Diagnosing early Lyme disease

Published Date
Journal
The American Journal of Medicine
Citation
Am J Med. 1985 Feb;78(2):235-40
DOI
10.1016/0002-9343(85)90432-2
Authors
Shrestha M
Grodzicki RL
Steere AC
Abstract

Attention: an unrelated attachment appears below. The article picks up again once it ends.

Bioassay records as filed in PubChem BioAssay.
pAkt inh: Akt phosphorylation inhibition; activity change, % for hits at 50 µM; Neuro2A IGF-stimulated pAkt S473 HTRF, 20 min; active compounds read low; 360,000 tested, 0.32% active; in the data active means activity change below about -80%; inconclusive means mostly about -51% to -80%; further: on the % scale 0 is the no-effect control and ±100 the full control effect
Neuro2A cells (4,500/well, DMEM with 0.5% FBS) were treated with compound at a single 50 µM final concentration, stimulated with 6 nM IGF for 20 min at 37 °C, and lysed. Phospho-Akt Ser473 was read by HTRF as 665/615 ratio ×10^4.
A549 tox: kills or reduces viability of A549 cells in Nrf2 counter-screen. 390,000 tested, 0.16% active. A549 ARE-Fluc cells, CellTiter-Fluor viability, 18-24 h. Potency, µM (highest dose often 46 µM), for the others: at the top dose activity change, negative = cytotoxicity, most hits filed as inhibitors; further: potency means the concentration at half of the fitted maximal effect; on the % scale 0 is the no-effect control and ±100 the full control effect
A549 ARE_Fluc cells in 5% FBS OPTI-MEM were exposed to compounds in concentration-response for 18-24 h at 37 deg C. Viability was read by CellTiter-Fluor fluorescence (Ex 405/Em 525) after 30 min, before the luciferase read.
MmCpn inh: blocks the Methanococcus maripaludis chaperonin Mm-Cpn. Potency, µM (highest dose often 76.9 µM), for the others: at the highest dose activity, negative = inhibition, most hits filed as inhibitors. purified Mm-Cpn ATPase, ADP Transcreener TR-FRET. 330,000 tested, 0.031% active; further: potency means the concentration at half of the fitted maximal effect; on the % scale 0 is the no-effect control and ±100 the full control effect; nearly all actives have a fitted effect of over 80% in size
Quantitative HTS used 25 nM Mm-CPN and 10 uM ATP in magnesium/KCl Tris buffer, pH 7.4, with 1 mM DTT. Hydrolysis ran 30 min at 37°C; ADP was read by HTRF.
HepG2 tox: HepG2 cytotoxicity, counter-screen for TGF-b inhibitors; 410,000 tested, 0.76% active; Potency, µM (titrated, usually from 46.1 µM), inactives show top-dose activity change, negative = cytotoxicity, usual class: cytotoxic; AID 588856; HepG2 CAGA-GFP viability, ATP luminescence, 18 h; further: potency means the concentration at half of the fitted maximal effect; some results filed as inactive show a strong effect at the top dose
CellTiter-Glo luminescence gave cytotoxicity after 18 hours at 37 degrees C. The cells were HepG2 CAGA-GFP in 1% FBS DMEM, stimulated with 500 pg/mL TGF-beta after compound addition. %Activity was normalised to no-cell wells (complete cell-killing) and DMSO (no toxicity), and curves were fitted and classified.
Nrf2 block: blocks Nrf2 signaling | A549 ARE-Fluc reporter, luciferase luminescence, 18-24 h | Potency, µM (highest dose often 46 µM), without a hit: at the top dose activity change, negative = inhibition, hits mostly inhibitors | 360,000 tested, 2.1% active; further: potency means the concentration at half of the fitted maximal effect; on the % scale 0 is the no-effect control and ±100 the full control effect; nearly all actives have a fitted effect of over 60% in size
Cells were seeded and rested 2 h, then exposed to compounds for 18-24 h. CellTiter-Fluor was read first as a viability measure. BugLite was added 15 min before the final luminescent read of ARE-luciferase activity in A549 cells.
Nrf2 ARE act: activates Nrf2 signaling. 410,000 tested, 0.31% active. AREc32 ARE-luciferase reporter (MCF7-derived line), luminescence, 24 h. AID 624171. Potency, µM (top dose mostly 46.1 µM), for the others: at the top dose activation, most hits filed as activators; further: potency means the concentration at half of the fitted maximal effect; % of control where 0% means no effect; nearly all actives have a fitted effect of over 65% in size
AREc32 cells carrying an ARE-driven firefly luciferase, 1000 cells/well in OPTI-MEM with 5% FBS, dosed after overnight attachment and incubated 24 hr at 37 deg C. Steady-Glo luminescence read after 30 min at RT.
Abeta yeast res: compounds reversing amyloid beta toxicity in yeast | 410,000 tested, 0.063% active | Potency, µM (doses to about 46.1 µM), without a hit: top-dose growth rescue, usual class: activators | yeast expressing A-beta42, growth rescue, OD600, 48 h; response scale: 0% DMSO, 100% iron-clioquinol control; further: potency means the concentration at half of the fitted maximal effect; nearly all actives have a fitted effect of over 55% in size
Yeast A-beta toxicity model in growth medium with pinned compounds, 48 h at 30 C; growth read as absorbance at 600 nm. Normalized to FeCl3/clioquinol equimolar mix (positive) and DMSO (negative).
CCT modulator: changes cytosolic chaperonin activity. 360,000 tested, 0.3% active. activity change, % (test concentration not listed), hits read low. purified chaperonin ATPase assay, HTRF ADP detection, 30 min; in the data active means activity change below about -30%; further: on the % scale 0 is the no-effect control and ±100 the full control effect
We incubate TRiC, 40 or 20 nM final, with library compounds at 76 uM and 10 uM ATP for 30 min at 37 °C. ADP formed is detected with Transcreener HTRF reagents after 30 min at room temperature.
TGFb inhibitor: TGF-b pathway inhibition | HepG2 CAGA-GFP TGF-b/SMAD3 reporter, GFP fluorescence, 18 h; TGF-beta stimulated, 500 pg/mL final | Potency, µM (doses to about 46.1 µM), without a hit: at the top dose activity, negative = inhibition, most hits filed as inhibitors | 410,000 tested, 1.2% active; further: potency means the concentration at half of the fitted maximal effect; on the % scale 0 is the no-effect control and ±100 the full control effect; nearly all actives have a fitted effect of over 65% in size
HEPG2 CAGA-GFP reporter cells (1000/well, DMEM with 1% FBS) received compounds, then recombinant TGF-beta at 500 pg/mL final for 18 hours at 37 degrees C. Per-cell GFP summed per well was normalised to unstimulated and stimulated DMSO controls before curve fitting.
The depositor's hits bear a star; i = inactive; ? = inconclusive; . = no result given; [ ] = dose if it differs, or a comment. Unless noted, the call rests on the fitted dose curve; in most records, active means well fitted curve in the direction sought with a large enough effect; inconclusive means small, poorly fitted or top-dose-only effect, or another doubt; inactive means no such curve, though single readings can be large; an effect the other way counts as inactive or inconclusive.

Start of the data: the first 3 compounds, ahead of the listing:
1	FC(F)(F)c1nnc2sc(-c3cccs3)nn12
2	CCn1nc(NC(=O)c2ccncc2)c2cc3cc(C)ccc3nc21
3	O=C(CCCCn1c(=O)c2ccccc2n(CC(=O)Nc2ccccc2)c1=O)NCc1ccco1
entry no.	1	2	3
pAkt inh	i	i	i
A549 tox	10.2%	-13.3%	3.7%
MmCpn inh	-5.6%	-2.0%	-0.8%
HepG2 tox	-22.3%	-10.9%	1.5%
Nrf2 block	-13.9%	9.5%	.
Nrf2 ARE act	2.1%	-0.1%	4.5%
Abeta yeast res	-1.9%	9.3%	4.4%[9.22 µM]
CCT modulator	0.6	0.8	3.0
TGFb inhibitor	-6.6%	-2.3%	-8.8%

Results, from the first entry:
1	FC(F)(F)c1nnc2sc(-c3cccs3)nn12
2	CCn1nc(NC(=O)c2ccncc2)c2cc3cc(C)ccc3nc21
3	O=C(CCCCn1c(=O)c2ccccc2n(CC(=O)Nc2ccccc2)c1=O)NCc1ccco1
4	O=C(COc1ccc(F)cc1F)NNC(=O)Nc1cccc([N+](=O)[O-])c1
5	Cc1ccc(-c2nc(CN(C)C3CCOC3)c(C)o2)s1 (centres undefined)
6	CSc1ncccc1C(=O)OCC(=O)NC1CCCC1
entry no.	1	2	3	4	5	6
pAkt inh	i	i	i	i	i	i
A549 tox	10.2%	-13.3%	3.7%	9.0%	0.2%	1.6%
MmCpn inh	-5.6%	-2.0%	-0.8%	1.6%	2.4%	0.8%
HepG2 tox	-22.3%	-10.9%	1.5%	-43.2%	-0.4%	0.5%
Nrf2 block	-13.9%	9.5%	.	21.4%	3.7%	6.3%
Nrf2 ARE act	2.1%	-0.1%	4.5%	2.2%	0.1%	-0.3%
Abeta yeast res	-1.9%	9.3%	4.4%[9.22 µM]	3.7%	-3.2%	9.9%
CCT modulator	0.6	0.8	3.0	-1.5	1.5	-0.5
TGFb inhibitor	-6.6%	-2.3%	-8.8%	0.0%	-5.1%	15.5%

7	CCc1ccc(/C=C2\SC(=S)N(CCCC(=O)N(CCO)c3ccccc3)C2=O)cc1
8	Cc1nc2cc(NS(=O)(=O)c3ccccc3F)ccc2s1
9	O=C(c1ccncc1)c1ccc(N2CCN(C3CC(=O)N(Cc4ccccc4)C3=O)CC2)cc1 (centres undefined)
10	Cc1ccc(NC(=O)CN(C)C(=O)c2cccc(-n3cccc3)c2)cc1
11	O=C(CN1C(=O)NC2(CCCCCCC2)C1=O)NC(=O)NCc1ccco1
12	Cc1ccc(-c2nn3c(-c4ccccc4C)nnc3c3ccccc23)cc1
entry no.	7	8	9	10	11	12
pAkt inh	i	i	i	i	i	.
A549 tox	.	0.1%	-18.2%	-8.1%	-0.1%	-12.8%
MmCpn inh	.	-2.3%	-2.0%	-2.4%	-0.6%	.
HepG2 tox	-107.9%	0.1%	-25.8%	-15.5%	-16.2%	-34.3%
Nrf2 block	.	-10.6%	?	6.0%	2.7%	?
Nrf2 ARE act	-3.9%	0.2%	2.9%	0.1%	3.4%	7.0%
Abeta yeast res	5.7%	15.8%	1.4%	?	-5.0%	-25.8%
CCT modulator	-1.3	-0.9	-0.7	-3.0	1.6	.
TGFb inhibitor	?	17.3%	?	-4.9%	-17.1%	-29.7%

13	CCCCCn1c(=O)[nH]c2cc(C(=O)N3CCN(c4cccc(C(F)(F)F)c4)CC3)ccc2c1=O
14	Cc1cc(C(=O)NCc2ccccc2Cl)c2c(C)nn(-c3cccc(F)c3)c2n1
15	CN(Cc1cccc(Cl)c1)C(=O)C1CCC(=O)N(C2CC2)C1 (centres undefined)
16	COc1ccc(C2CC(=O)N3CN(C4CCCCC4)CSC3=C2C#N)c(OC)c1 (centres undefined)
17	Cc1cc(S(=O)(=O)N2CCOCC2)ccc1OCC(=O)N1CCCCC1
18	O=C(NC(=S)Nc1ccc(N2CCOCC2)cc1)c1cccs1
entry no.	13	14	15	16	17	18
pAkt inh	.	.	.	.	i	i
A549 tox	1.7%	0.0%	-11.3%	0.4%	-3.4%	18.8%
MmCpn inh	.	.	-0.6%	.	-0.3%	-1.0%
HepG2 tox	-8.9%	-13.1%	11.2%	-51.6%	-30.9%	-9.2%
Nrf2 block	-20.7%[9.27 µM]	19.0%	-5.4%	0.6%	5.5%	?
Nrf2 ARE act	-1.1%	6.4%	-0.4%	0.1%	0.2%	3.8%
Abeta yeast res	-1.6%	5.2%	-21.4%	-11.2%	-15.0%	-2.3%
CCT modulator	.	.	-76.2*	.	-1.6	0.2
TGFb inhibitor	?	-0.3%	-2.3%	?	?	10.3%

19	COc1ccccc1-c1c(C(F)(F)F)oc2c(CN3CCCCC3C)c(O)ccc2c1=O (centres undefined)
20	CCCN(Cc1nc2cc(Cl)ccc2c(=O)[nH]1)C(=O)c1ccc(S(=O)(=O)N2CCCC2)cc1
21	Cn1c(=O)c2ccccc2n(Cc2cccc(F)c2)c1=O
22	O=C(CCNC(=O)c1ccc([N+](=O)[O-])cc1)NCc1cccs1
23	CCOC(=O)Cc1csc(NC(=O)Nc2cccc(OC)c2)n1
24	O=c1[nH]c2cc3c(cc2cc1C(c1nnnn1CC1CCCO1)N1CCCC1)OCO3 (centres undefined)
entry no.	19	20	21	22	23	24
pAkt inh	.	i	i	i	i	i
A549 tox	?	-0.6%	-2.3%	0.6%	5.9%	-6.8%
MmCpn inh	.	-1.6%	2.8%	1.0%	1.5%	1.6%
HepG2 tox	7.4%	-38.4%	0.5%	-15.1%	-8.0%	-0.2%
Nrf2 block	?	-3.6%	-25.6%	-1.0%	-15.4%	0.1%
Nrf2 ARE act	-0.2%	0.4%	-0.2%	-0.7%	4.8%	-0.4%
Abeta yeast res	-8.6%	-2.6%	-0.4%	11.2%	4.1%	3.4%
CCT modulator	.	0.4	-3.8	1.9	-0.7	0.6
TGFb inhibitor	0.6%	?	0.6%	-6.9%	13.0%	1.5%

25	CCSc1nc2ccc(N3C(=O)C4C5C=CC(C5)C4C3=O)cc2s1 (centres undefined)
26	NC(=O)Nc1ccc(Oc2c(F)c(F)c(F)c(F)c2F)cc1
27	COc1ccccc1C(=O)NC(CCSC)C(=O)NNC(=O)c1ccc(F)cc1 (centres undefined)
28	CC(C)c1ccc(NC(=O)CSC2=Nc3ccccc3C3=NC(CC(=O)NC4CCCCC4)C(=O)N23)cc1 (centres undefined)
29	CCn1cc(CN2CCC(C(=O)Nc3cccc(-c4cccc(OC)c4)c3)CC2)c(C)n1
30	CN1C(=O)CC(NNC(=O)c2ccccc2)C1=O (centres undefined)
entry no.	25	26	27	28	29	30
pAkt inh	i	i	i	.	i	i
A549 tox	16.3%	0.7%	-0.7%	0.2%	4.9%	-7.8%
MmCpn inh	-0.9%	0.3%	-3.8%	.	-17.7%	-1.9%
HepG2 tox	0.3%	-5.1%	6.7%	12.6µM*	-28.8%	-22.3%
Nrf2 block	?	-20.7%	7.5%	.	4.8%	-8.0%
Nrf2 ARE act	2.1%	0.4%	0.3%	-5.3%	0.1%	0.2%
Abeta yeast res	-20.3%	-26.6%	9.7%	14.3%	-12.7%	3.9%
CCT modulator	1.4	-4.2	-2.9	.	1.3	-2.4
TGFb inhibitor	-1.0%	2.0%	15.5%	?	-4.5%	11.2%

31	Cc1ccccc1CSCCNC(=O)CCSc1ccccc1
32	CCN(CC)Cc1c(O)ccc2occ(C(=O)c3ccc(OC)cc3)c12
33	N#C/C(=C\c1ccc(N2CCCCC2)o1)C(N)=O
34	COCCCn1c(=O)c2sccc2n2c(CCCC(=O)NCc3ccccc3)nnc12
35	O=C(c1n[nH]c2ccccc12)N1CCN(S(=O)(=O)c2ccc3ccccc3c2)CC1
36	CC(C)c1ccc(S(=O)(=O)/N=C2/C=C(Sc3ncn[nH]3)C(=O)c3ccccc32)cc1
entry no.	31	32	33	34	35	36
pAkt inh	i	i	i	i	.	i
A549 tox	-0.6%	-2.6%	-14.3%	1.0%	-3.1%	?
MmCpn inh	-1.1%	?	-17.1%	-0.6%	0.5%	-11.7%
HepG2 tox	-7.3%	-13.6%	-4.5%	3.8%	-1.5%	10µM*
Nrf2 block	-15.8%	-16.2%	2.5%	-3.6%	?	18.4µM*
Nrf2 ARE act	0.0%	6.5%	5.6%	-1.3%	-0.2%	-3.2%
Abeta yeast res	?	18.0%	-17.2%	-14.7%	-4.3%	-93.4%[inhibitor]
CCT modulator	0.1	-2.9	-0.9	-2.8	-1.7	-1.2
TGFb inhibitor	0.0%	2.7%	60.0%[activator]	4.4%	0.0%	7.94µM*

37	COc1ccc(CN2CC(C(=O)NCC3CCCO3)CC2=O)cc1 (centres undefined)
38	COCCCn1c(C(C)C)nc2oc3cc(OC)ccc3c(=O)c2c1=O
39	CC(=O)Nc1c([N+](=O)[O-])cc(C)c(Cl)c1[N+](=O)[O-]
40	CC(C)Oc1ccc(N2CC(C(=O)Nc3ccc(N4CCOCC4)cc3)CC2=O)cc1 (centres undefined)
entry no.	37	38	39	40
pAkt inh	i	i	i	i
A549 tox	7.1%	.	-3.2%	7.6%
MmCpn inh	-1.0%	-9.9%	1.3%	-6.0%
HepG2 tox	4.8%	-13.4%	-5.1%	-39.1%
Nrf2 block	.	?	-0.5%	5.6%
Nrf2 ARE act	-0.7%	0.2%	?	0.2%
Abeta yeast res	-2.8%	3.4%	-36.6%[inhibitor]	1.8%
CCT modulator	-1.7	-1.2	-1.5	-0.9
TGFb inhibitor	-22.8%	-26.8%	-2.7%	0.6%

The diagnostic value of clinical, culture, and serologic findings was studied prospectively in 41 patients with early Lyme disease. Fifteen patients had erythema chronicum migrans alone, and 26 had clinical evidence of disseminated infection, most commonly affecting the brain or meninges, other skin sites, lymph nodes, or joints. Of 40 blood cultures, only one, from a patient with disseminated infection, yielded spirochetes. One of 10 patients tested with localized infection had an elevated IgM response to the Lyme spirochete (200 units or greater) during acute disease. Two to three weeks after beginning antibiotic therapy, four of the 10 patients had elevated specific IgM or IgG responses (200 units or greater). Of the 22 patients tested with disseminated disease, 10 initially had elevated levels of specific IgM or IgG, and 12 had such responses by convalescence. Because of the low yield of cultures and the delay in the specific antibody response, recognition of the clinical picture remains very important in diagnosing early Lyme disease.